Pearl Harbor 75th Anniversary: Oldest Survivor Ray Chavez Attends Commemorative Event

Pearl Harbor survivors and their families watched the premiere of the Remember Pearl Harbor documentary film together at the Pacific Aviation Museum on December 4. The survivors, who included several Medal of Honor recipients, were honored during the event organized to commemorate the 75th anniversary of the gruesome World War II attack in Hawaii.

Remember Pearl Harbor was created by the World War II Foundation. The documentary focuses on the personal stories shared by survivors and witnesses of the horrific December 7, 1941, attack, the Navy News Service notes. Four USS Arizona survivors attended the Pearl Harbor 75th anniversary event. Ray Chavez, 104, the oldest attack survivor, served on the USS Condor.

Pearl Harbor 75th anniversary event attendees also included Hershel Wood Williams and Gary Littrell. The Medal of Honor recipients both served on the USS Arizona. James Downing, 103, was a post master on the USS West Virginia.

World War II Valor in the Pacific National Monument Chief Historian Daniel Martinez spoke at the beginning of the Remember Pearl Harbor documentary film.

“Pearl Harbor is the touchstone of history,” Daniel Martinez said in the film. “It’s where World War II began for the United States.”

The Remember Pearl Harbor film event was also open to the public. A host of current members of the military and combat veterans were also in attendance at the weekend viewing. Petty Officer 2nd Class Kevin G. Smith, of Frederick, Maryland, was among the currently serving military members at the Pearl Harbor 75th-anniversary remembrance documentary screening. Smith said he had been planning for the trip for the past five years.

“I have a passion for veterans because I come from a military family of veterans,” Smith said. “My grandfather was in the Navy during World War II, my uncle was in the Navy during the Korean War, my cousin is a retired chief and I had five uncles in the Army, one of which served in Vietnam.”

Smith proudly showed a document from the 2010 National Pearl Harbor Remembrance Day event that he had signed by seven survivors of the attack. While visiting Hawaii, Smith met with USS Arizona survivor Donald Stratton. He referred to the time spent with the Word War II survivor as an honor.

“We need to keep this history alive so the next generations can understand the importance of honoring those who served and remembering the events so that the same mistakes aren’t made in the future,” Smith continued.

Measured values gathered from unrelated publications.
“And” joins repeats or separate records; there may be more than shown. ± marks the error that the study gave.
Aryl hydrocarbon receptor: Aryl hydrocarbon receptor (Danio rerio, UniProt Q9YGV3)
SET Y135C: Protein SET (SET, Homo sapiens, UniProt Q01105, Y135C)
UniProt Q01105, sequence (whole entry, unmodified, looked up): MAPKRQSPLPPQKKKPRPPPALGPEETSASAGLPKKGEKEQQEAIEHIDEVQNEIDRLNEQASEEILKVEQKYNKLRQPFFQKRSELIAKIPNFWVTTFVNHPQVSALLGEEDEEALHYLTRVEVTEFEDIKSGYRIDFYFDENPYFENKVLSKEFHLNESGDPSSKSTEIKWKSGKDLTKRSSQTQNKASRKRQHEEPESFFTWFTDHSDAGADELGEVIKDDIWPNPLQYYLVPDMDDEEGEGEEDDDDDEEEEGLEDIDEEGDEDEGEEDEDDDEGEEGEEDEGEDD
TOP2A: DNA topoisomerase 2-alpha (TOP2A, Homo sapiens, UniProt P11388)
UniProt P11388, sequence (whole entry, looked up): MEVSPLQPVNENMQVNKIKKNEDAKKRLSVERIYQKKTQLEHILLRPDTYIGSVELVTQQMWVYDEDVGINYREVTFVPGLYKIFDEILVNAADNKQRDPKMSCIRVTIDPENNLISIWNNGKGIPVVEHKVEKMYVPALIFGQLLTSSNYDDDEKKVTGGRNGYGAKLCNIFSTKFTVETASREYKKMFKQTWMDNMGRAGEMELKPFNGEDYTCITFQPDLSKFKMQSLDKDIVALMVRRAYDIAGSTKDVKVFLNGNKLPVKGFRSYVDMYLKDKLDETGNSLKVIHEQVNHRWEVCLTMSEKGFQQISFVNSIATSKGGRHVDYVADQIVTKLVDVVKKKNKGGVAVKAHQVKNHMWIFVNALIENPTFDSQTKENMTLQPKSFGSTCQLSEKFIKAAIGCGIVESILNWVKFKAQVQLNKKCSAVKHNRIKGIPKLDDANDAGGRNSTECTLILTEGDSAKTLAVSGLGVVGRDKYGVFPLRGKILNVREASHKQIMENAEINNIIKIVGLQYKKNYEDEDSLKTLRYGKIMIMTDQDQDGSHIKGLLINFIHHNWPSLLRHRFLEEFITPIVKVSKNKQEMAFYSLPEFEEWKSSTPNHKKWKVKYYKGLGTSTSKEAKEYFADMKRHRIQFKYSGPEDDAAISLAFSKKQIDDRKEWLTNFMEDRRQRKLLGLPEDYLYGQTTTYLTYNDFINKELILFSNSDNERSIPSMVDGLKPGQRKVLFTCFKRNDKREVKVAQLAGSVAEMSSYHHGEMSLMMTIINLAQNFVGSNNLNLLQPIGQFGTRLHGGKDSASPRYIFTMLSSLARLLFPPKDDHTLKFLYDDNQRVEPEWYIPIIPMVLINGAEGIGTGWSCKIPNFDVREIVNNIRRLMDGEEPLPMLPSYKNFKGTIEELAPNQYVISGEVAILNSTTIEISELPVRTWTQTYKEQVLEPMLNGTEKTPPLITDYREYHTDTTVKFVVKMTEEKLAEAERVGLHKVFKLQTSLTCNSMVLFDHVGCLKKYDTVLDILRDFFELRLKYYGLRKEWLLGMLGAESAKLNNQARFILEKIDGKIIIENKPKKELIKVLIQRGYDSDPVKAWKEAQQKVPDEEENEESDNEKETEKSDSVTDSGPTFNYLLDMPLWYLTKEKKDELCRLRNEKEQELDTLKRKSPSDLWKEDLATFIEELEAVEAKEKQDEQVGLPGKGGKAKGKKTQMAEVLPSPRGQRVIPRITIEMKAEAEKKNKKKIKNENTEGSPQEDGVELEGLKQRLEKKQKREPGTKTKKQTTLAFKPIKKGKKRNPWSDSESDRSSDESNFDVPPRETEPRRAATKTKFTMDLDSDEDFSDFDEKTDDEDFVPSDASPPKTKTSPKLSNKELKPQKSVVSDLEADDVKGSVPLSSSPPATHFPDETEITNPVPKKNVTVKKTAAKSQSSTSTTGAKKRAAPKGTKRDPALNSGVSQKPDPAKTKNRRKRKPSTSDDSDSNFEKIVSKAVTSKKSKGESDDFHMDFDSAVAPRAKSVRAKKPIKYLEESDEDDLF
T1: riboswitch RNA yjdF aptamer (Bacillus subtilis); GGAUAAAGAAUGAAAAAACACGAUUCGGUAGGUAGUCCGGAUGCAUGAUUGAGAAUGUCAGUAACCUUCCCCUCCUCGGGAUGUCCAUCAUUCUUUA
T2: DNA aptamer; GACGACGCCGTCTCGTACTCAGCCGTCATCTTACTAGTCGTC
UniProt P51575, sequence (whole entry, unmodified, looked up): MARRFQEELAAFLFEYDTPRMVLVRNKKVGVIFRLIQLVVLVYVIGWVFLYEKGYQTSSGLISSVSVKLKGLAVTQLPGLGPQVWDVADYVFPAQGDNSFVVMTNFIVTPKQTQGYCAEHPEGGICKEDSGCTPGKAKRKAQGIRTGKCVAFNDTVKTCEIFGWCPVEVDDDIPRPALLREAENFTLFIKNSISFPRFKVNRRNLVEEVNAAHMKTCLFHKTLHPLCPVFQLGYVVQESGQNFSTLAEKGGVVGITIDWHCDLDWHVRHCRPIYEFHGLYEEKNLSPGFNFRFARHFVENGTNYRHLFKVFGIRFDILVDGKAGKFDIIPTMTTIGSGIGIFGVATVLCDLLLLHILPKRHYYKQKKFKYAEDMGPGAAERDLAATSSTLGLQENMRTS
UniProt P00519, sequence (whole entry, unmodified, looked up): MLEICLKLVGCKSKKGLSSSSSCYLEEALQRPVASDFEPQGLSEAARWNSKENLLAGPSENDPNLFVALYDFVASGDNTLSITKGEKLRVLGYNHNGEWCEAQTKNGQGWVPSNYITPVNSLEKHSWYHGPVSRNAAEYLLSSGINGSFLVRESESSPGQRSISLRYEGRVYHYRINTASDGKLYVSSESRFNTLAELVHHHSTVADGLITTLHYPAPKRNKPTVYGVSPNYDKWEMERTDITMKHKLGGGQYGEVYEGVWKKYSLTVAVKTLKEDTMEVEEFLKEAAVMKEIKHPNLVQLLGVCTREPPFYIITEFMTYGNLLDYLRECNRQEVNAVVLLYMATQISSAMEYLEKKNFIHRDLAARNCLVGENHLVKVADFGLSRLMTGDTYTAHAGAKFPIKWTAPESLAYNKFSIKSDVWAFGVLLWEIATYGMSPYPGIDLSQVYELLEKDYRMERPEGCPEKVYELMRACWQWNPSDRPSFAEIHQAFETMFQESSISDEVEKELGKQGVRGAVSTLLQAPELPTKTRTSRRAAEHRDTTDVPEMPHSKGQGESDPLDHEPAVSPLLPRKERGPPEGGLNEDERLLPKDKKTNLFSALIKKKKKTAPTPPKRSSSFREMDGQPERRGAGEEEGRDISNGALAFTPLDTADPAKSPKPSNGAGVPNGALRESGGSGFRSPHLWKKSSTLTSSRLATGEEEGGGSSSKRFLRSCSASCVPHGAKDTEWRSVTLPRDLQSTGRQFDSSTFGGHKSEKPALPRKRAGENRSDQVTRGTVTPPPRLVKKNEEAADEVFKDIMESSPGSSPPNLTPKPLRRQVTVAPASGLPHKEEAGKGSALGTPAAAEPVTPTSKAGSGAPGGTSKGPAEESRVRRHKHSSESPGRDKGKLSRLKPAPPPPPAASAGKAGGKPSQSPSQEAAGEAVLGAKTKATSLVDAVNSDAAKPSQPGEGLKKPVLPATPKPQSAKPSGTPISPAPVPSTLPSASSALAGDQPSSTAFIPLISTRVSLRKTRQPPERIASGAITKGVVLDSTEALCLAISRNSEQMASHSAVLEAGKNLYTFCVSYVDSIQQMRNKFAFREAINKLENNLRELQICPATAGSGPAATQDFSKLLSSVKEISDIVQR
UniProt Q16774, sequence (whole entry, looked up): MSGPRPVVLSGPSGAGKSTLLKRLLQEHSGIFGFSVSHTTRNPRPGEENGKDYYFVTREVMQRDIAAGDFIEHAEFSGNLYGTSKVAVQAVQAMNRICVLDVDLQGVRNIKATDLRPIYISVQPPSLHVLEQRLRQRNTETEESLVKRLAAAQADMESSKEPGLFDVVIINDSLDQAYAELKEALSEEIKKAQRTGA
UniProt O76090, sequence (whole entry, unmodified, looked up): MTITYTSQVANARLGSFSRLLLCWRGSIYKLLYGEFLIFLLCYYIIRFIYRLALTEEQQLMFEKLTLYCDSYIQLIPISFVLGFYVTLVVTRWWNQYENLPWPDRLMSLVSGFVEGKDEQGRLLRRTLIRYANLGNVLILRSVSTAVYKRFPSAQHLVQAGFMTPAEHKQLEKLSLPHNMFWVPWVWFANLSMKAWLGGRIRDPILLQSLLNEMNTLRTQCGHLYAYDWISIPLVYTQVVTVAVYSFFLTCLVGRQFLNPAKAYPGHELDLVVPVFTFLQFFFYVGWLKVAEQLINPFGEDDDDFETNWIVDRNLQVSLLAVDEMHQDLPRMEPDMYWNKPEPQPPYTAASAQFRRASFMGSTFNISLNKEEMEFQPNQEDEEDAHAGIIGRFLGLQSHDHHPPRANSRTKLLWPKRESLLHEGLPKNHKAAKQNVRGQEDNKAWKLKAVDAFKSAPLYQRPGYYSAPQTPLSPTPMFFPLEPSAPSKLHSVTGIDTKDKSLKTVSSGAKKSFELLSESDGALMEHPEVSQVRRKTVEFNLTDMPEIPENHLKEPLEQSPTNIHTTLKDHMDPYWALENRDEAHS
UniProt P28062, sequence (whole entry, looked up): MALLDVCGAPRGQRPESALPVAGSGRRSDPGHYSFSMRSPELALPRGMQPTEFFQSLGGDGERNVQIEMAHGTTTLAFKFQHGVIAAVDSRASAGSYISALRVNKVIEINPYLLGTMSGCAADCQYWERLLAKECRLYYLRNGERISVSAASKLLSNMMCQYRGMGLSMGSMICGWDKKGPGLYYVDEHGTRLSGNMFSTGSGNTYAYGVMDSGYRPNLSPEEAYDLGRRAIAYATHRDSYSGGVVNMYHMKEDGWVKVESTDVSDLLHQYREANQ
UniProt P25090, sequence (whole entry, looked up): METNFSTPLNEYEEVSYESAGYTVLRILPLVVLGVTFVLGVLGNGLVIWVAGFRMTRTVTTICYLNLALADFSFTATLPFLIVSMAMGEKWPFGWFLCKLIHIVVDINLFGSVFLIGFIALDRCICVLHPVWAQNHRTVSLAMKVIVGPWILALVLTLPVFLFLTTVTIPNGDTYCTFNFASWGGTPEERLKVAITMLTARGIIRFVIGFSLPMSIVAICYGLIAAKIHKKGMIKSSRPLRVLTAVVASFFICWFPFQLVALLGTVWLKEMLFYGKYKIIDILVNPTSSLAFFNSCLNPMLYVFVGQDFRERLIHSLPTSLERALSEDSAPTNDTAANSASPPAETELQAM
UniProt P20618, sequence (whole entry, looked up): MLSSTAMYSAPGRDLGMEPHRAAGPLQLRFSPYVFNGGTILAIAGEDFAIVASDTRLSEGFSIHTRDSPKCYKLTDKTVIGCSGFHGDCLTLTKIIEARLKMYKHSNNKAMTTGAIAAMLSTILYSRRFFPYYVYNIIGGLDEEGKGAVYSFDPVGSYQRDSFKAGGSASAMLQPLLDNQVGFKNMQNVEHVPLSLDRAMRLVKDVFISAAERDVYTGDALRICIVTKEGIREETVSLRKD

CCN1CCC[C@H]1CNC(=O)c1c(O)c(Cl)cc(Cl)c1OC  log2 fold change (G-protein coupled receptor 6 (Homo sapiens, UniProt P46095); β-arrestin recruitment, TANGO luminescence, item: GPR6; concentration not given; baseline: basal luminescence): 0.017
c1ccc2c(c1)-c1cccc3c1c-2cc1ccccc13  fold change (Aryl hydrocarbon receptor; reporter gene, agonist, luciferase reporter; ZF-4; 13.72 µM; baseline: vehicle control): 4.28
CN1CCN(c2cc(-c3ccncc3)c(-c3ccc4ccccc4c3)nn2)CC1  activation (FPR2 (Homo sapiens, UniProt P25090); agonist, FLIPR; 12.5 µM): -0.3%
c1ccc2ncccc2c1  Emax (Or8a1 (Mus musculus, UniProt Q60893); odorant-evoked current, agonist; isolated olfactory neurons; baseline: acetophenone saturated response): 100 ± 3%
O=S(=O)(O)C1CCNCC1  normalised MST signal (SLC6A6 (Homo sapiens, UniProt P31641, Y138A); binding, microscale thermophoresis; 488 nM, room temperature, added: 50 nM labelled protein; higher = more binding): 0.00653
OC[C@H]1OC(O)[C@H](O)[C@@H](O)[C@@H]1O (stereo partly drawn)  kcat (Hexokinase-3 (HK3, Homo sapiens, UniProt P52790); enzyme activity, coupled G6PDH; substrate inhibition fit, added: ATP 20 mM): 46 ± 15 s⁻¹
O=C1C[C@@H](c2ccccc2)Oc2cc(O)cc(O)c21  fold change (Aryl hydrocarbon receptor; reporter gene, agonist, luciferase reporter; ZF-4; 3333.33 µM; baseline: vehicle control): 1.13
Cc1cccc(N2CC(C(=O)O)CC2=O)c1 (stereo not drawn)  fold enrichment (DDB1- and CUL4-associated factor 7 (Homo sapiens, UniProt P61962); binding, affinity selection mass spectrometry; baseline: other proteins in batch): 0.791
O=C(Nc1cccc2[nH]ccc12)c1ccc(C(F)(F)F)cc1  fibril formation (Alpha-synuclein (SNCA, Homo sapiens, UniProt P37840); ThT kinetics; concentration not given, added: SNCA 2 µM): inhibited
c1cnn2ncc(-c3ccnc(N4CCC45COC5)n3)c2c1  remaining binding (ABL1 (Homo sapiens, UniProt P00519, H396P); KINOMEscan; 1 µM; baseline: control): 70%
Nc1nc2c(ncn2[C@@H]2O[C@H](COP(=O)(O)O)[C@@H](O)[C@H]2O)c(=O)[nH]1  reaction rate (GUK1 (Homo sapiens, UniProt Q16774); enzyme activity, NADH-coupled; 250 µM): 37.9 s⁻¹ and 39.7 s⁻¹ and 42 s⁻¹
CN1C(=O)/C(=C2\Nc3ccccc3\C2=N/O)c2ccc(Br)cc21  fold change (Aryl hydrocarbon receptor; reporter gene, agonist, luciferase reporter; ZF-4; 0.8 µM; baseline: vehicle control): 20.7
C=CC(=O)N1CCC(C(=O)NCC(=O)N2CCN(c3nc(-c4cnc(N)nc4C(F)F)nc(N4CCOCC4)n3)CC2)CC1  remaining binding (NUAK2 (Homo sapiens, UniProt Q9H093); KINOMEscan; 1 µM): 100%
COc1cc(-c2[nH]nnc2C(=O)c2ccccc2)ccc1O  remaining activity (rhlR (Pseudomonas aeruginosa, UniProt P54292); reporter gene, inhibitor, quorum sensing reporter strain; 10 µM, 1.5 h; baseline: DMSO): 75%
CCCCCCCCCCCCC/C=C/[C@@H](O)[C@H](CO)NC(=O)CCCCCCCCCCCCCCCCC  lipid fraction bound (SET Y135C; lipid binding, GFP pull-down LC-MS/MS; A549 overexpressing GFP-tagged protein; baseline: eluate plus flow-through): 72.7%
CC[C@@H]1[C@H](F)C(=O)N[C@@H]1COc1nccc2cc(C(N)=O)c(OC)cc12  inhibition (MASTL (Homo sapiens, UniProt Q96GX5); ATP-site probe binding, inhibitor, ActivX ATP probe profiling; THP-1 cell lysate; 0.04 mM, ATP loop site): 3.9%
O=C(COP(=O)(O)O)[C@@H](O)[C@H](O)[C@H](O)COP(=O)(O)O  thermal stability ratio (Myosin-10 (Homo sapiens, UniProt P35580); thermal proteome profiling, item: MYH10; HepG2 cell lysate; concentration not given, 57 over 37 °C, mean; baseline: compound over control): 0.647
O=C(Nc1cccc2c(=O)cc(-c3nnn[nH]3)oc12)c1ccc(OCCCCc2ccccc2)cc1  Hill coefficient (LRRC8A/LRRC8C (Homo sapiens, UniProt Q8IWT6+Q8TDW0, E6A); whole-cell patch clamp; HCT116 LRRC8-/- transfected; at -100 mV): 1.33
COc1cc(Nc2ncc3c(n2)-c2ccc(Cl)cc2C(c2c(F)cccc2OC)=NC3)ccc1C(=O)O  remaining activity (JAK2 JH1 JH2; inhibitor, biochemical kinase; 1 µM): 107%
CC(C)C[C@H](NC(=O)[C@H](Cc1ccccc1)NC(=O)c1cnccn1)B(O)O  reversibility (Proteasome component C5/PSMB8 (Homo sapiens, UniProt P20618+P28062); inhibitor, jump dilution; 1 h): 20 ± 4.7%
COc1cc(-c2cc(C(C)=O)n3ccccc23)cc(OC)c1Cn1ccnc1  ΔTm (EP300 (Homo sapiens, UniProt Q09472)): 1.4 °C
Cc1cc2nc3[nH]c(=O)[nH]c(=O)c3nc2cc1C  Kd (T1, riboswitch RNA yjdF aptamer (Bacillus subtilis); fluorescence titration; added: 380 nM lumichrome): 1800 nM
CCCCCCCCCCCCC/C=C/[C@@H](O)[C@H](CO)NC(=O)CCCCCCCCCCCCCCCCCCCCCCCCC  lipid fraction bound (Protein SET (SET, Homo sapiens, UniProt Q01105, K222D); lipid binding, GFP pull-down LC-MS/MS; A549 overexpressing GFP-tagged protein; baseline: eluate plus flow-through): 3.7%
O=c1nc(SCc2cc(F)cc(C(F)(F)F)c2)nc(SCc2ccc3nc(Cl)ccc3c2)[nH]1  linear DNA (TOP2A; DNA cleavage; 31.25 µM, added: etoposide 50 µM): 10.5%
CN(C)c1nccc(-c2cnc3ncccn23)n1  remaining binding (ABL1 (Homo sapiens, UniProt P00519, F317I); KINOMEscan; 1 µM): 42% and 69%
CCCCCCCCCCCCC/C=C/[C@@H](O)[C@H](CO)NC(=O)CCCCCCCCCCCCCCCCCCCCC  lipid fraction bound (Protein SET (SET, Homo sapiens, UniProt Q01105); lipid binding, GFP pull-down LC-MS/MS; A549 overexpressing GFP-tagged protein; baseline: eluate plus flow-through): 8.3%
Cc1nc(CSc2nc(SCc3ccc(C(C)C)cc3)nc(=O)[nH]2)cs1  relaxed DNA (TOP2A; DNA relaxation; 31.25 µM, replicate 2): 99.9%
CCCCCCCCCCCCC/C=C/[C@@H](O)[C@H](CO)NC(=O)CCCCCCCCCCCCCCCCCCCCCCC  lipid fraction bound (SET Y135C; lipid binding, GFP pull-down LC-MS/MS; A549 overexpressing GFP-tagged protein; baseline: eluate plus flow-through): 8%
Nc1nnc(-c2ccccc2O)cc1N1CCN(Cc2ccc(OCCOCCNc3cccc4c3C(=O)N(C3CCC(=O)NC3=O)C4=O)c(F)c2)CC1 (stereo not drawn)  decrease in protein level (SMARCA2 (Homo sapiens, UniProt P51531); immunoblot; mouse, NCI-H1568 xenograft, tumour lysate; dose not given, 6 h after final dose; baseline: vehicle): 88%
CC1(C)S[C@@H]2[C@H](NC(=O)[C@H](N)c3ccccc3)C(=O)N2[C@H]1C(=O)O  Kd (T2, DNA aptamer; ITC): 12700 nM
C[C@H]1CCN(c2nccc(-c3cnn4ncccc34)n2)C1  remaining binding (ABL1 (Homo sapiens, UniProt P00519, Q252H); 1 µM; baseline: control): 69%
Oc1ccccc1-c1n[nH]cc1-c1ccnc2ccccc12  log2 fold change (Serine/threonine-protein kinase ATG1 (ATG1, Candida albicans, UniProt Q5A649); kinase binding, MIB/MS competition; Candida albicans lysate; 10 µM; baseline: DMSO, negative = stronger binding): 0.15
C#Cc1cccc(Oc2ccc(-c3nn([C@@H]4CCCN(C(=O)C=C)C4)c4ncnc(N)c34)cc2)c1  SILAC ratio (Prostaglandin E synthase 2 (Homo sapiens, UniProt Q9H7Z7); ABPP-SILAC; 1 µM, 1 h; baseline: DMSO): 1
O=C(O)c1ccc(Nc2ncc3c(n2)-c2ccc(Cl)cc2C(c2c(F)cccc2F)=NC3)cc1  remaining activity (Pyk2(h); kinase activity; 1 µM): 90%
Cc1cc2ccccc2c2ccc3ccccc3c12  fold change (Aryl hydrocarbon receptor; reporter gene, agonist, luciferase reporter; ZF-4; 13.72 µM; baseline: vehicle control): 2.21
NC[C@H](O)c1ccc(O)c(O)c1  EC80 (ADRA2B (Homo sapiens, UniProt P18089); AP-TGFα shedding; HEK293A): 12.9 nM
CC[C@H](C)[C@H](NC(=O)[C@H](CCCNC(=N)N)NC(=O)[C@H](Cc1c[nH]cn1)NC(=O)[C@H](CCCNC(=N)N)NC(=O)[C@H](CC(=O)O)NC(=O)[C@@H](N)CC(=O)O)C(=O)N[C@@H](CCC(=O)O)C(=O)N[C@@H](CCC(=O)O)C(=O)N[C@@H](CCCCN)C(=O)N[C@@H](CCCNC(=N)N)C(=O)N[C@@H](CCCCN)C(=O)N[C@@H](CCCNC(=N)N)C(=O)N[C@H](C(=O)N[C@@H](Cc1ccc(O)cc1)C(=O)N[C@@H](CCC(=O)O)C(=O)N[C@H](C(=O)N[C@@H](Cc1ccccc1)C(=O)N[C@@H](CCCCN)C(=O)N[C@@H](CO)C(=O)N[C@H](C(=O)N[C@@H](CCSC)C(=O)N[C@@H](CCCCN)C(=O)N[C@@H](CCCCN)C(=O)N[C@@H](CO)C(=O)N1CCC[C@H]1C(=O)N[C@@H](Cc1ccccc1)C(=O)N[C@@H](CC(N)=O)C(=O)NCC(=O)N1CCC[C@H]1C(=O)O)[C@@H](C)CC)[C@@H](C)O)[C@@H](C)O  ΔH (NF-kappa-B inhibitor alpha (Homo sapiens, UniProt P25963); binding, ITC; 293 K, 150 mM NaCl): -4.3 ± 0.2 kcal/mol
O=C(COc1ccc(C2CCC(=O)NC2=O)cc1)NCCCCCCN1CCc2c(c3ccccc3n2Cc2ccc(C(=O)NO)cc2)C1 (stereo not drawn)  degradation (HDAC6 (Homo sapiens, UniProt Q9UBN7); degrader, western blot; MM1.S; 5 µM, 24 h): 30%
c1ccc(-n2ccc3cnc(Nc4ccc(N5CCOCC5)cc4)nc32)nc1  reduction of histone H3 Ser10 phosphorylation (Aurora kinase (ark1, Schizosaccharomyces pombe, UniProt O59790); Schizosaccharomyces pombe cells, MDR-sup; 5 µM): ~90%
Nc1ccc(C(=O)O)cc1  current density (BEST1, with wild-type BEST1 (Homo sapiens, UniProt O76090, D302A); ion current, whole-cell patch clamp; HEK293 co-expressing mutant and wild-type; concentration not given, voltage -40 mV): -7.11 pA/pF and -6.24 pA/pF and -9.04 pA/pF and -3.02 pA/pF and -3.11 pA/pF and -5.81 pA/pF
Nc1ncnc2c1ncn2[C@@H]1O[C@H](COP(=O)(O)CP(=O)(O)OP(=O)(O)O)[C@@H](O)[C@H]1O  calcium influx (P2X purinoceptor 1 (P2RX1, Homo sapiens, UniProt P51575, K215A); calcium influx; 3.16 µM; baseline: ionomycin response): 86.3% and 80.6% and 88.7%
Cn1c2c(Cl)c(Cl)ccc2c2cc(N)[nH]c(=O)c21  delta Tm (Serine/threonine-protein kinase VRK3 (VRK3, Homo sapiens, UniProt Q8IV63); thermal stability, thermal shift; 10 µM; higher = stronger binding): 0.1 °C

In the documentary, the Pearl Harbor survivors said they would like all Americans to remember who they were, what they witnessed, and all those who lost their lives, were injured, or went missing on December 7, 1941.

Dozens of Pearl Harbor attack survivors were transported to Hawaii so they could commemorate the 75th anniversary of the attack courtesy of honor flights on American Airlines. Approximately 80 World War II veterans were greeted by hundreds by grateful and cheering supporters when they landed, KHON2 News reports.

“To be on the airplane with these guys, we had a gentleman who is 100 years old, but the smiles on the faces and the stories these guys tell and the sense of humor. It’s great to be a fly on the wall around these guys, it doesn’t get boring,” said American Airlines honor flight Captain Jim Palmersheim. “Every single one of them, they don’t think they’re heroes. They were just doing their job and it’s so humbling.”

Pearl Harbor survivor Howard Bender said it was difficult to “comprehend” he was back at the attack site after so many decades. Bender said he was only 19 when the base in Hawaii was attacked by Japan. He still vividly recalled seeing crew members of the USS Oklahoma being rescued from the water.

“It was an experience that, if I had to do it again, I would do it, even at my age,” Bender said.

The Pearl Harbor survivor said he hopes future generations of Americans never fail to underestimate the threats our country faces.

“Remember Pearl Harbor and keep America alert,” he added.

Actor Gary Sinise, a devoted advocate for veterans, flew along with the Pearl Harbor survivors on the honor flight.

“These are our freedom providers and we can’t take that for granted,” Sinise said. “What they did here and all those many years ago, we continue to benefit from that. If they would’ve not been able to win that war, we’d all be living in a very different world.”

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